The UNT Natural Dye Garden

Finding a Space for Community

In 2012, a small seed of an idea was planted during a workshop at the University of North Texas. For two days, visiting artist Sasha Duerr led students from the Fibers Program through a series of explorations of natural dyes that opened new ways of seeing color, chemistry, and the natural world. Plant matter collected from our surrounding environment transformed silk and cotton cloth into a myriad of colors and visual textures. This workshop catalyzed conversations that turned an idea into a tangible, interactive space.

In 2013, supported by the UNT We Mean Green Fund, a small team of students transformed a patch of grass into the UNT Natural Dye Garden. This student designed and managed space was created to serve the entire UNT community. As a dye garden, the space houses fifteen varieties of dye plants ranging from experimental dye plants – purple basil, iris, and bluebonnets -  to tried and true varieties such as madder, weld, woad, and coreopsis. The experimental nature of this space begins with each plant variety and extends to explorations of what these plants will produce on cloth - harvested Black-eyed Susan release a golden hue on silk, plains coreopsis blooms will create varieties of oranges, weld produces rich greens and yellows. As each plant variety begins to mature, students will explore the color variations, record the recipes for dyes, and find innovative ways to educate the local community.

Bringing the community into the garden is an important aspect of the garden’s function and design. The student designers thought beyond mundane plant beds and turned a rectangular patch of ground into a web of paths that wind from end to end. Decomposed granite pathways undulate in and around each plant bed, creating organic islands that create multifunctional spaces. In collaboration with Greenememe Design and MAP (Make Art With Purpose), a sculptural seating area was designed to create a visual lift from the horizontal plane of the garden. Titled Knotty Nest, ten hammock-like chairs surround a center rotunda that is covered with re-purposed lace rope. This sculpture has changed the garden from a functional space to one that encourages anyone who passes by to stop and sit (or in some cases, sleep).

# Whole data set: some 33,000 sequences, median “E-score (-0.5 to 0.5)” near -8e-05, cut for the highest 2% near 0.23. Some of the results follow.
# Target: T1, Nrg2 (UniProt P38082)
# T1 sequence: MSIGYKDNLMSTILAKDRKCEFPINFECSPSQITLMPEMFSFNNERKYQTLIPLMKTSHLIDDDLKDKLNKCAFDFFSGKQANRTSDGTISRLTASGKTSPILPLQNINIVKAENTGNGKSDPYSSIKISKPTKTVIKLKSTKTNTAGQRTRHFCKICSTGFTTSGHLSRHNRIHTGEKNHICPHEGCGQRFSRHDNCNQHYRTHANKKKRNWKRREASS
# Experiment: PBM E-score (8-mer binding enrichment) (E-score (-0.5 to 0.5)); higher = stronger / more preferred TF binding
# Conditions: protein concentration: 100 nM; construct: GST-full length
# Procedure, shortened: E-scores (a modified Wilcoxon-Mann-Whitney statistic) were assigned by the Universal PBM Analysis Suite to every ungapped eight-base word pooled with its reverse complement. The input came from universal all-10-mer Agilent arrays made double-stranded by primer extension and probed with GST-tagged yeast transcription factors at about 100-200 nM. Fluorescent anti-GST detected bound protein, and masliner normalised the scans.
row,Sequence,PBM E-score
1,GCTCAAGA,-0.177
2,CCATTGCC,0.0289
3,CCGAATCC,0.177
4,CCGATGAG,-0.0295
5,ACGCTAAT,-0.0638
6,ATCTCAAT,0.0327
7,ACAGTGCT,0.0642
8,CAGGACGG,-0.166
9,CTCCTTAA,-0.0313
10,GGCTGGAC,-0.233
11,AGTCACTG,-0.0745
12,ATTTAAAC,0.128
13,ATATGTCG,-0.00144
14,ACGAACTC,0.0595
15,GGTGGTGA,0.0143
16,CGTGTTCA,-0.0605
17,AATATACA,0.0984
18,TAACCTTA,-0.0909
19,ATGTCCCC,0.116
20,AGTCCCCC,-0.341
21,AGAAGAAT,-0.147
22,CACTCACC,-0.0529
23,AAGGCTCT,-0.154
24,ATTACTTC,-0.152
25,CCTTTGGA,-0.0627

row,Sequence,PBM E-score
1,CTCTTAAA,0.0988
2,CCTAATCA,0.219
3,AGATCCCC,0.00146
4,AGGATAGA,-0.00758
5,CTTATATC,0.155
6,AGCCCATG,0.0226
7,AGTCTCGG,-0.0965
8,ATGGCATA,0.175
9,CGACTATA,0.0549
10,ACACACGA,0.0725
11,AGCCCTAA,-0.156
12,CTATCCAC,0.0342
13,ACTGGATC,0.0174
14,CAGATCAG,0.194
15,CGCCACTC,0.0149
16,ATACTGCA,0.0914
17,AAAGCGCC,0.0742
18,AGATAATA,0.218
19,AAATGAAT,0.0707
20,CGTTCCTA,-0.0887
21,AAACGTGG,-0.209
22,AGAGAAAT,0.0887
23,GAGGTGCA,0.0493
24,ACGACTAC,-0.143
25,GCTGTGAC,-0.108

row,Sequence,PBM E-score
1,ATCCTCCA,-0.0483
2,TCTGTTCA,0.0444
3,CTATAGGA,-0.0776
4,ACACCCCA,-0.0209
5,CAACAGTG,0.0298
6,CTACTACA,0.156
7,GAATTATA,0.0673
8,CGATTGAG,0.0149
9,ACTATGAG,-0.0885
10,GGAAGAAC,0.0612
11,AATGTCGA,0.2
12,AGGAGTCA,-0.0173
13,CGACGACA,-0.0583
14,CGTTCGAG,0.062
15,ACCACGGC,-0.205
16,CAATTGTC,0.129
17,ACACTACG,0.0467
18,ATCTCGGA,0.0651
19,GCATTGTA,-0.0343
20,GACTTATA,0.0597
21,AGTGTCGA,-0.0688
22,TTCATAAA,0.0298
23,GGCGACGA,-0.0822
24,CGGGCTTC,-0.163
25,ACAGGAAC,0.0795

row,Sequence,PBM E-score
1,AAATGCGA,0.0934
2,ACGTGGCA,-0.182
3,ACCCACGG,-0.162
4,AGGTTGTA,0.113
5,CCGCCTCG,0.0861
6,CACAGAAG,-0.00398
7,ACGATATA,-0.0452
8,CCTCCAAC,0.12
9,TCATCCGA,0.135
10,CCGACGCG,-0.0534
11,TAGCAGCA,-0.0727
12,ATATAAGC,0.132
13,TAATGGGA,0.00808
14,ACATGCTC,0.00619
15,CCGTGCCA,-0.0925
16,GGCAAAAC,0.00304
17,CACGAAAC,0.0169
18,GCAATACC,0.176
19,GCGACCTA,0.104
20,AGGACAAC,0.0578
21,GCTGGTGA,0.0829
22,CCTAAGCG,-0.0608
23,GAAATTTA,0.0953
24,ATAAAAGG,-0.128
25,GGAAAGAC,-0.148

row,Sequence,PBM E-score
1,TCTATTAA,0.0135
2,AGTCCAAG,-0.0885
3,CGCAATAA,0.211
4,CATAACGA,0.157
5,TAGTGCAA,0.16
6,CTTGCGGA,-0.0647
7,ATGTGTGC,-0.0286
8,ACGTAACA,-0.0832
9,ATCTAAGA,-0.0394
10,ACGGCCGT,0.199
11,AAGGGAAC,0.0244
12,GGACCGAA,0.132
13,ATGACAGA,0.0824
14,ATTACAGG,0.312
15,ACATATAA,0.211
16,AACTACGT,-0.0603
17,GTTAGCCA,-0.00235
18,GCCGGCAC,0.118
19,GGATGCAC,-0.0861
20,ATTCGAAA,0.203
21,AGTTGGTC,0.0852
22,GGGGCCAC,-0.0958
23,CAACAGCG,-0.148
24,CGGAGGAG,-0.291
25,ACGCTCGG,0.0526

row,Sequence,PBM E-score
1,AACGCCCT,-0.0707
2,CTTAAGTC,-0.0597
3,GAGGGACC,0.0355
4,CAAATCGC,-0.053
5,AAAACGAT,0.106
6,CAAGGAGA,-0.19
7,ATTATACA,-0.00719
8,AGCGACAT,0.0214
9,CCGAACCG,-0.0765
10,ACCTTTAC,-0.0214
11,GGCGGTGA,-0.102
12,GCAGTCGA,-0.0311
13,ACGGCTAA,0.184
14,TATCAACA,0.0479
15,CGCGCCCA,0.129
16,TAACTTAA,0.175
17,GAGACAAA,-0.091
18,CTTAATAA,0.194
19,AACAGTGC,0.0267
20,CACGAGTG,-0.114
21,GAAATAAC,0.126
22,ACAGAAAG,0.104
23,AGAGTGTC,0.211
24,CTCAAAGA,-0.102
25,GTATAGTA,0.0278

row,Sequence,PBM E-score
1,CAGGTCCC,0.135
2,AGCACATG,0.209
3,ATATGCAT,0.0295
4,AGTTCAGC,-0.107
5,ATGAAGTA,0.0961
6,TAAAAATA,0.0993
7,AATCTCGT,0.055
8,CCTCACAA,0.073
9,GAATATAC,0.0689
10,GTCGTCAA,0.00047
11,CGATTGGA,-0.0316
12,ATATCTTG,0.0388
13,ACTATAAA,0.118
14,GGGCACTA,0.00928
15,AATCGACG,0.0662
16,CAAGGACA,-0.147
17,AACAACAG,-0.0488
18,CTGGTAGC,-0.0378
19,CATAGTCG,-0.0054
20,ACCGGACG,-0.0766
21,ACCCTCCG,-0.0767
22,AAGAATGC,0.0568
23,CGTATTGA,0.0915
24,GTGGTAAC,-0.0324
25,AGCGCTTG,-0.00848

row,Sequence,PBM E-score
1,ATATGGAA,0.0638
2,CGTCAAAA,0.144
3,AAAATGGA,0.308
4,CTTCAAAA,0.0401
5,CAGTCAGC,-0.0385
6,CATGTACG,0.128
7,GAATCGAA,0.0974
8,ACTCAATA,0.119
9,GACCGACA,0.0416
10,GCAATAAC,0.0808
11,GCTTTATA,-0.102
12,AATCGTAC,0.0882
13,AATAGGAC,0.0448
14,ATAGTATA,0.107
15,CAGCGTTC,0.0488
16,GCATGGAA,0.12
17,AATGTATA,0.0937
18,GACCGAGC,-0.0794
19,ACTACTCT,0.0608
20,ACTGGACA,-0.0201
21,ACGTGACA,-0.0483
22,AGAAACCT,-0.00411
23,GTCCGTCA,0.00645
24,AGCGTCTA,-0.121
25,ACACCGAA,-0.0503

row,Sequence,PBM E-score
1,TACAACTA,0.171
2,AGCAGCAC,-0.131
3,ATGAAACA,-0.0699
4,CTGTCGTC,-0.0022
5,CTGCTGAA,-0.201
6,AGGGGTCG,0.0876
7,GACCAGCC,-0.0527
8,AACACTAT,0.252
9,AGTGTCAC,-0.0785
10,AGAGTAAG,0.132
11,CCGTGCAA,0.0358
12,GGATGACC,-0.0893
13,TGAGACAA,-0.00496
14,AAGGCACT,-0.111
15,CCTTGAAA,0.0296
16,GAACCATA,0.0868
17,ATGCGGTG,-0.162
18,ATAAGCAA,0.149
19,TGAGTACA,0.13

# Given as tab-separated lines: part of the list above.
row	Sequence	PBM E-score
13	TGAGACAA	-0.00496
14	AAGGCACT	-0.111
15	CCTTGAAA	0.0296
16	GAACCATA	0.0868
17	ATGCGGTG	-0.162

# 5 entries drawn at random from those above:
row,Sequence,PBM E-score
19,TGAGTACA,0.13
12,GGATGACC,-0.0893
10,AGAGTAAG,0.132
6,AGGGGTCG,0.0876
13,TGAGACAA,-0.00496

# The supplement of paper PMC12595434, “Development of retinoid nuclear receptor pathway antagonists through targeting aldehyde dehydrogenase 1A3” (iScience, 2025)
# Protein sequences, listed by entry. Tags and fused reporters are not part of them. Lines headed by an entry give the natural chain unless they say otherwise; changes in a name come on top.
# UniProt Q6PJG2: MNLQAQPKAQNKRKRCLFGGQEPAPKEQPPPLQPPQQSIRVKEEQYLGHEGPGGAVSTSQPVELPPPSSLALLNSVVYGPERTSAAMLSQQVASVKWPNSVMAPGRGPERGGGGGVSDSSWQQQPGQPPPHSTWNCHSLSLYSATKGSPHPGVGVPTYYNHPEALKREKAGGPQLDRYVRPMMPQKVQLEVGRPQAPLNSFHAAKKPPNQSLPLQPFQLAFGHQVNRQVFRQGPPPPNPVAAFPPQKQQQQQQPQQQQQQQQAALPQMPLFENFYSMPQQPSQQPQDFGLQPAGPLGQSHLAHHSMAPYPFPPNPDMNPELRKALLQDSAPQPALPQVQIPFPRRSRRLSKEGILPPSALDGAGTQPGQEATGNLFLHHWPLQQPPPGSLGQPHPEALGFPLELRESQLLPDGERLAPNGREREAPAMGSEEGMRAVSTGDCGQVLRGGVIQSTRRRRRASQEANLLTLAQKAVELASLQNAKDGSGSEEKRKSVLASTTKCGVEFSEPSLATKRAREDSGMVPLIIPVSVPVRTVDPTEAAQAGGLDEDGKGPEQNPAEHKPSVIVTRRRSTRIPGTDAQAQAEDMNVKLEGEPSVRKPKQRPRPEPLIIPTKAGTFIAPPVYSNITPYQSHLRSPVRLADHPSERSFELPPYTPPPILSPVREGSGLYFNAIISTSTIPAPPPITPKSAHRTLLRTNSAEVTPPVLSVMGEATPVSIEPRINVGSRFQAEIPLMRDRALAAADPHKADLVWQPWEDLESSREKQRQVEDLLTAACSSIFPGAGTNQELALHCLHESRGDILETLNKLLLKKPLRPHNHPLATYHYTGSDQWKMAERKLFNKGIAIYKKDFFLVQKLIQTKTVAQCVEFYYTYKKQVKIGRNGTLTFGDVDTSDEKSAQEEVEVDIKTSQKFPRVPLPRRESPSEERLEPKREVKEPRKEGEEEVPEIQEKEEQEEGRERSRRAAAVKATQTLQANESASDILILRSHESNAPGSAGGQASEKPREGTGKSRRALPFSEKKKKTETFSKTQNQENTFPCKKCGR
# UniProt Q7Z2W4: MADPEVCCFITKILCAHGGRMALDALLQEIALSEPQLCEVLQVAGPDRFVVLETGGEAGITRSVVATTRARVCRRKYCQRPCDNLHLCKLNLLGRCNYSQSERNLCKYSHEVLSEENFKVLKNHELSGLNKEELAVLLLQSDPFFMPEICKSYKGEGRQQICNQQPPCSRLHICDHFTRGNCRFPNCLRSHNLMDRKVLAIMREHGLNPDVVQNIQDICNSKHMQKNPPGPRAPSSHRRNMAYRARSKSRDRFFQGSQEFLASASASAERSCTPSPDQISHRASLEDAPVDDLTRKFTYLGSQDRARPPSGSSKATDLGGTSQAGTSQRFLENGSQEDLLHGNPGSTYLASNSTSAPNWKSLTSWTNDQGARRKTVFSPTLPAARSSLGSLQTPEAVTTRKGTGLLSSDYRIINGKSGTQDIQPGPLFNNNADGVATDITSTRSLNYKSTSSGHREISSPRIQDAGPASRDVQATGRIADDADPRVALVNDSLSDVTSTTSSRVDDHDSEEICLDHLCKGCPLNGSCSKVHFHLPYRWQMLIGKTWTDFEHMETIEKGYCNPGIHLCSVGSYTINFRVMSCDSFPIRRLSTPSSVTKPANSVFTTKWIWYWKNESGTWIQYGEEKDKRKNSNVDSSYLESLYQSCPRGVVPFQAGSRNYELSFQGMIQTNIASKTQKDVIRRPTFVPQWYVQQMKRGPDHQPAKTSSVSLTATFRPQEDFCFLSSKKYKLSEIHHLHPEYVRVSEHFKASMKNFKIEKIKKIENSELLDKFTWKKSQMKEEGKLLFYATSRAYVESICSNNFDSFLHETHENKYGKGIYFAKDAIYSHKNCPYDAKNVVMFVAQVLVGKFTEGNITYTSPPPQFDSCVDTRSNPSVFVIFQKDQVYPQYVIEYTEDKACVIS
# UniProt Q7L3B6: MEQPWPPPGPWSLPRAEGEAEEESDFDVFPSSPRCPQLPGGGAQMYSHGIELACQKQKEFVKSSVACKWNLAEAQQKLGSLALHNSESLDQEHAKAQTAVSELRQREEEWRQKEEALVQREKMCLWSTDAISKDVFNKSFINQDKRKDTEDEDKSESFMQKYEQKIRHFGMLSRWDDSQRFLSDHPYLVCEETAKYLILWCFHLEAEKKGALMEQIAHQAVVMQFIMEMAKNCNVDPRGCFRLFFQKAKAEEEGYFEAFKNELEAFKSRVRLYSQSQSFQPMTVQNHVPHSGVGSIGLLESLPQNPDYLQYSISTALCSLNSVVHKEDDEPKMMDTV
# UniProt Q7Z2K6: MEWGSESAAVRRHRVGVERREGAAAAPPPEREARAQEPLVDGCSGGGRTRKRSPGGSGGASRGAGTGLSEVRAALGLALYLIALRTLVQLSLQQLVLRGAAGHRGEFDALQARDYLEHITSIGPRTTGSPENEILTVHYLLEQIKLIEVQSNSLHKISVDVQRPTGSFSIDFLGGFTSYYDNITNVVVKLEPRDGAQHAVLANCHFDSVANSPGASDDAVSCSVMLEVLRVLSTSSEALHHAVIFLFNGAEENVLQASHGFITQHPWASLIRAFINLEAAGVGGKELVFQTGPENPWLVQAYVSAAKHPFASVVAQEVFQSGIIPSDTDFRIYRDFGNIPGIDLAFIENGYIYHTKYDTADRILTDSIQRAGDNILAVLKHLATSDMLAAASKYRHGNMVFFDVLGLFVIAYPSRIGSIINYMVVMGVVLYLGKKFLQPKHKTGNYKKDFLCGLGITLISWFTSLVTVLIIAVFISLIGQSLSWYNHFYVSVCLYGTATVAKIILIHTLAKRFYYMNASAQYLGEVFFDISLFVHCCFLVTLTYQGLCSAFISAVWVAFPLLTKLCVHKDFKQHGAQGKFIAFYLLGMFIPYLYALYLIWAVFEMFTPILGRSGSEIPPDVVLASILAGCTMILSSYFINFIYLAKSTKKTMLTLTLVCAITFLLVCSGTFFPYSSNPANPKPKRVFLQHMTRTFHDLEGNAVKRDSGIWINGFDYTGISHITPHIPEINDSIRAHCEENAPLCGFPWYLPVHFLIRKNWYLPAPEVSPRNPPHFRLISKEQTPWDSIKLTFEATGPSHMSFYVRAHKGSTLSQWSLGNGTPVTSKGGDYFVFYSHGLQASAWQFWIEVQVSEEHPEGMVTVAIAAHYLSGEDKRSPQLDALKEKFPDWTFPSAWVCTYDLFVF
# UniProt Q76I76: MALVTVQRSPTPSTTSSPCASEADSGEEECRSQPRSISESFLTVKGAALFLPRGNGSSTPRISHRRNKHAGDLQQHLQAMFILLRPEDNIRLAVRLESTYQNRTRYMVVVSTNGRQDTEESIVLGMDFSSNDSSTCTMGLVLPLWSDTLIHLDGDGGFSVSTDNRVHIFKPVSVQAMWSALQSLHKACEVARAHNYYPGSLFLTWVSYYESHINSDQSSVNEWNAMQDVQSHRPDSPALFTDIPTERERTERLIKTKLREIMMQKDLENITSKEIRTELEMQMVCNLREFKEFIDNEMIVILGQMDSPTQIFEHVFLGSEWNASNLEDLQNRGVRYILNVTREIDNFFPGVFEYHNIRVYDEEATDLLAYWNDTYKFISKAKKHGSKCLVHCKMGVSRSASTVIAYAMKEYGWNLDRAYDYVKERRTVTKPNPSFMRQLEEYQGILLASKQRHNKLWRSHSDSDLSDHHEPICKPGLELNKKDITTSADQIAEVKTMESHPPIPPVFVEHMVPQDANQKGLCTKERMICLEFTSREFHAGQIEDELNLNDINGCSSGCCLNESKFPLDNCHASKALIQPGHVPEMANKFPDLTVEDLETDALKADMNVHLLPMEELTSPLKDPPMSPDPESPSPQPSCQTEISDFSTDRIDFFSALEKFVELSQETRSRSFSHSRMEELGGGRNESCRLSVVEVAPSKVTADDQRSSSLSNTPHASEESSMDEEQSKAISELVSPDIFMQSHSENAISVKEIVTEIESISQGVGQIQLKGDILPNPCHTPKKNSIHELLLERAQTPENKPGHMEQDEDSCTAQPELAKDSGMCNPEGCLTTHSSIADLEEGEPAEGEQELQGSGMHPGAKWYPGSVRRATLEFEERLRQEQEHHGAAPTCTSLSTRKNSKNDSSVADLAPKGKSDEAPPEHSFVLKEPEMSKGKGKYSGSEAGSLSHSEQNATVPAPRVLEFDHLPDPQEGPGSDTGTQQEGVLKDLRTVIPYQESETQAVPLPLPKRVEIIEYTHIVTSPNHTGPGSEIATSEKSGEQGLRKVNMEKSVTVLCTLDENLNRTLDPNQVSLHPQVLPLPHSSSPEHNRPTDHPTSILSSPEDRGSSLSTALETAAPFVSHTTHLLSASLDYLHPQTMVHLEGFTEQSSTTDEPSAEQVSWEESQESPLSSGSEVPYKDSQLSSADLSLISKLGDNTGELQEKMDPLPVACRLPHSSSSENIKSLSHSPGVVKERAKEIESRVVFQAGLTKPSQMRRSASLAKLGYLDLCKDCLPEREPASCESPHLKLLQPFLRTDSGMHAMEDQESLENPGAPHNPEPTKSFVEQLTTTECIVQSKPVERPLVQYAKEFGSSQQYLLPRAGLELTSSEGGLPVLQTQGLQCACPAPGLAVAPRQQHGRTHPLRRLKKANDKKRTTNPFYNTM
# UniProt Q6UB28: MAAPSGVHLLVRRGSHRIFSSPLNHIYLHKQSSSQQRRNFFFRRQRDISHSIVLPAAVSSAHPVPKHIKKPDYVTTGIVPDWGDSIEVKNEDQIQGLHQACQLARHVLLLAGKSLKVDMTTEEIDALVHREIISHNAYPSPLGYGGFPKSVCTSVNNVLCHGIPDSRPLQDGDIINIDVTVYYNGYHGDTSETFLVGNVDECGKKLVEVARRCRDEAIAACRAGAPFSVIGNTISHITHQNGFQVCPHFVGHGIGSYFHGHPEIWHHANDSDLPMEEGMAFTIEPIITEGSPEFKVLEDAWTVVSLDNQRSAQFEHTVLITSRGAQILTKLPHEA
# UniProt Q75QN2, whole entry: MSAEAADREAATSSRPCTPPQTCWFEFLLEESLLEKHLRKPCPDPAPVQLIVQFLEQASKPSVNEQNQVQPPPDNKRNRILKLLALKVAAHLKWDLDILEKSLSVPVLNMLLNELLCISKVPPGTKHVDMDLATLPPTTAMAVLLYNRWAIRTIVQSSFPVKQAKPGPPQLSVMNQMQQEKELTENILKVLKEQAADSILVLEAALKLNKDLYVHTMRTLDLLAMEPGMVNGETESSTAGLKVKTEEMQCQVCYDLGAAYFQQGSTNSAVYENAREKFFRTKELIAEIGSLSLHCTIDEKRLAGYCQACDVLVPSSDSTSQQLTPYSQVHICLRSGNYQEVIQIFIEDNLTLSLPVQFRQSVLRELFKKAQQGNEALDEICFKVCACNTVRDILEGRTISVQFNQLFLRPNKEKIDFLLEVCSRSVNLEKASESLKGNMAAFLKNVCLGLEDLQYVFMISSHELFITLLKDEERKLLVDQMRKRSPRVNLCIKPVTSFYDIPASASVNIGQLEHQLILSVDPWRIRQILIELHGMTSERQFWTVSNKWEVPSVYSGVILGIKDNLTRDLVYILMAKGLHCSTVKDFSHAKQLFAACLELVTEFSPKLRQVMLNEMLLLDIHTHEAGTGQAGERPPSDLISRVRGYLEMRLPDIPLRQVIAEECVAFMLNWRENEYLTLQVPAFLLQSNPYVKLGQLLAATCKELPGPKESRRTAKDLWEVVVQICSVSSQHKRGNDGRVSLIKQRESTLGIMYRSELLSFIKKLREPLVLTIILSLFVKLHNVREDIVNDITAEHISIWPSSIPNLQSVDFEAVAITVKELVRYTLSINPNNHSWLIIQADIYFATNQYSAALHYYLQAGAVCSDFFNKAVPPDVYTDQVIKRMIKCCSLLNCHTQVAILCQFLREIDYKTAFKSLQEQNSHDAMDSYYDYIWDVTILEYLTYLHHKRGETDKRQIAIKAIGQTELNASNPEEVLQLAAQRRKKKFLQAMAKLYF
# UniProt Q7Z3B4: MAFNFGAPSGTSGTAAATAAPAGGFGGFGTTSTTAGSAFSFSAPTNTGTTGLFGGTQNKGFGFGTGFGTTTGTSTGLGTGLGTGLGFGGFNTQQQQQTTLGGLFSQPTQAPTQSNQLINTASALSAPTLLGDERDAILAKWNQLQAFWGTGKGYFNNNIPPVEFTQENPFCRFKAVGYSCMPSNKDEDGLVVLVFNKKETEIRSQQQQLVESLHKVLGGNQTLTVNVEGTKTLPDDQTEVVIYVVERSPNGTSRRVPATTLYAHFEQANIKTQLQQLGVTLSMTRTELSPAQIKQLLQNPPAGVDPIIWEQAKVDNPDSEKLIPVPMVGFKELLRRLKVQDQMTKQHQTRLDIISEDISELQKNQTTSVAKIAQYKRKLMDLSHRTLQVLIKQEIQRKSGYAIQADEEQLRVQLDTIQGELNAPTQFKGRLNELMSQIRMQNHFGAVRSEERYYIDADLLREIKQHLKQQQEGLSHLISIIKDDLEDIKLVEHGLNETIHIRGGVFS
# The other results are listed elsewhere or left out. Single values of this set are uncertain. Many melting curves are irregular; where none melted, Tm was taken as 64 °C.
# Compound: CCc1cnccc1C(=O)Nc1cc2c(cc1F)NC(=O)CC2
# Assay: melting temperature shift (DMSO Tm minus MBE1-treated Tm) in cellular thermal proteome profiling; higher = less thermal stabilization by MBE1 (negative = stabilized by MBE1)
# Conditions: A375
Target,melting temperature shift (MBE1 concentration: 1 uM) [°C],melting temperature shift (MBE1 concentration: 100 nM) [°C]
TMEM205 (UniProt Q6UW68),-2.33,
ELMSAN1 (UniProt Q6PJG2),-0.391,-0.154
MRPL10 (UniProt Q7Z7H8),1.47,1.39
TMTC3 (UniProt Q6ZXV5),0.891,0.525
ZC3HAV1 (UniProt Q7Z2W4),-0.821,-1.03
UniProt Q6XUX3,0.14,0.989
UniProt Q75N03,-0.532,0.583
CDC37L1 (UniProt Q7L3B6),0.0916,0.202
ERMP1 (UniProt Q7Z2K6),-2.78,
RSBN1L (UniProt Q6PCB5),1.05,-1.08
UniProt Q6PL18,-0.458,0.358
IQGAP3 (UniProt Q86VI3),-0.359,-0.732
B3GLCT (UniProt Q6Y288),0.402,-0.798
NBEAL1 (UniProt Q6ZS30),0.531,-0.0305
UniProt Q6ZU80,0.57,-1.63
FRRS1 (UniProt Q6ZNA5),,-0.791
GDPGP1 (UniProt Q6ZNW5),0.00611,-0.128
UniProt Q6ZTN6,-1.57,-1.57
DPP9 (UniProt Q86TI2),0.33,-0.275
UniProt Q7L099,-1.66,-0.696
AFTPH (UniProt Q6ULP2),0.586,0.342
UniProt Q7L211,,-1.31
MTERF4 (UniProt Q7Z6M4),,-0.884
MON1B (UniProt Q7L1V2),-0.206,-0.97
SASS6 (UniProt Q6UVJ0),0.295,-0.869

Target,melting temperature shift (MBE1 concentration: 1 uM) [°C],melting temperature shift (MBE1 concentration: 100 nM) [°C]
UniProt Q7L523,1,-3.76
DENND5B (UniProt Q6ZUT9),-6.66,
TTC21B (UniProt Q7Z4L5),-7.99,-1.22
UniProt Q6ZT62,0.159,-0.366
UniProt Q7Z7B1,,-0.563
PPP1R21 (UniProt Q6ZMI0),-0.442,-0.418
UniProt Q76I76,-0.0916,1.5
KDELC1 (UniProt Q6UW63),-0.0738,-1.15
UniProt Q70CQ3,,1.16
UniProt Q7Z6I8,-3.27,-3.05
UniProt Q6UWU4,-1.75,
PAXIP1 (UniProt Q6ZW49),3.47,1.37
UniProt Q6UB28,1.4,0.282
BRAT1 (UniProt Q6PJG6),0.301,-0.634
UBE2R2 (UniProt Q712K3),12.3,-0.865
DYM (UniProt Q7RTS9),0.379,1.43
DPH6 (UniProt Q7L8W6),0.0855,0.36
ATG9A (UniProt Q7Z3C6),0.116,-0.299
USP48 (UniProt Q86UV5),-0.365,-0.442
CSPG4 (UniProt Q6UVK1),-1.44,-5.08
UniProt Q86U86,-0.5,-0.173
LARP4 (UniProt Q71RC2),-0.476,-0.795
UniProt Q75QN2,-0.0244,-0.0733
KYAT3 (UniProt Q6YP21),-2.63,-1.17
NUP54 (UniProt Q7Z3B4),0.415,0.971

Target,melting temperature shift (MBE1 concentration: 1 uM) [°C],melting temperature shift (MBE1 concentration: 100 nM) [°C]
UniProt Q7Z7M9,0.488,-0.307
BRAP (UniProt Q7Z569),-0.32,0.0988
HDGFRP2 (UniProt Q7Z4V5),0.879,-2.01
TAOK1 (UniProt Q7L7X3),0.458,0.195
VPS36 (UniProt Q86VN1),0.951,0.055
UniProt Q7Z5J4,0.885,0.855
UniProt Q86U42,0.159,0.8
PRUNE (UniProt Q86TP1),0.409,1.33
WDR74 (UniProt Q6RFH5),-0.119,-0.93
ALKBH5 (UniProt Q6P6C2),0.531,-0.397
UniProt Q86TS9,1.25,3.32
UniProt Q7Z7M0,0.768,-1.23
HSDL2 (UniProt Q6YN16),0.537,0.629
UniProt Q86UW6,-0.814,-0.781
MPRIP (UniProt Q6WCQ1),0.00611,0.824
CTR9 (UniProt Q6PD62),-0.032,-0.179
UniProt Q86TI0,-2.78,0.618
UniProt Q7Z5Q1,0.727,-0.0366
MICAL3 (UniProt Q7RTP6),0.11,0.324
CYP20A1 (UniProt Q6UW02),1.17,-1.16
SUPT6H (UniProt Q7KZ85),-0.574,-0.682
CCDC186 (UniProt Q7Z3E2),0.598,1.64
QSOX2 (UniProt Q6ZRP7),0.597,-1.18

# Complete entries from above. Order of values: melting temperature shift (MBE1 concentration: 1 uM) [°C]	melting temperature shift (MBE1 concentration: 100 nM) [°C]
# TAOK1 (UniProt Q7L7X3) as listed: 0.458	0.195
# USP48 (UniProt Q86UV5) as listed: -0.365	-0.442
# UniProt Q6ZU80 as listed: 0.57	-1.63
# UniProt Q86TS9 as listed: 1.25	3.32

From the first seed of this idea, the garden was communicated as an experimental project. Each season will bring something new – a plant that is finally ready to dye with, a community group ready to try their hand at textile techniques, or someone just figuring out that you can actually sit on the sculpture.  As a part of a university focused on student engagement and sustainable practices, the opportunity for a group of undergraduate students to turn an idea into a reality could happen, and did. 

Lesli Robertson is a Senior Lecturer in Fibers at the University of North Texas and faculty mentor on the UNT Natural Dye Garden. The UNT Natural Dye Garden and sculpture was made possible through the vision of these students: Morgan Kuster, Analise Minjarez, Abby Sherrill – and the support of private donations, the UNT grounds department, and the UNT We Mean Green Fund.



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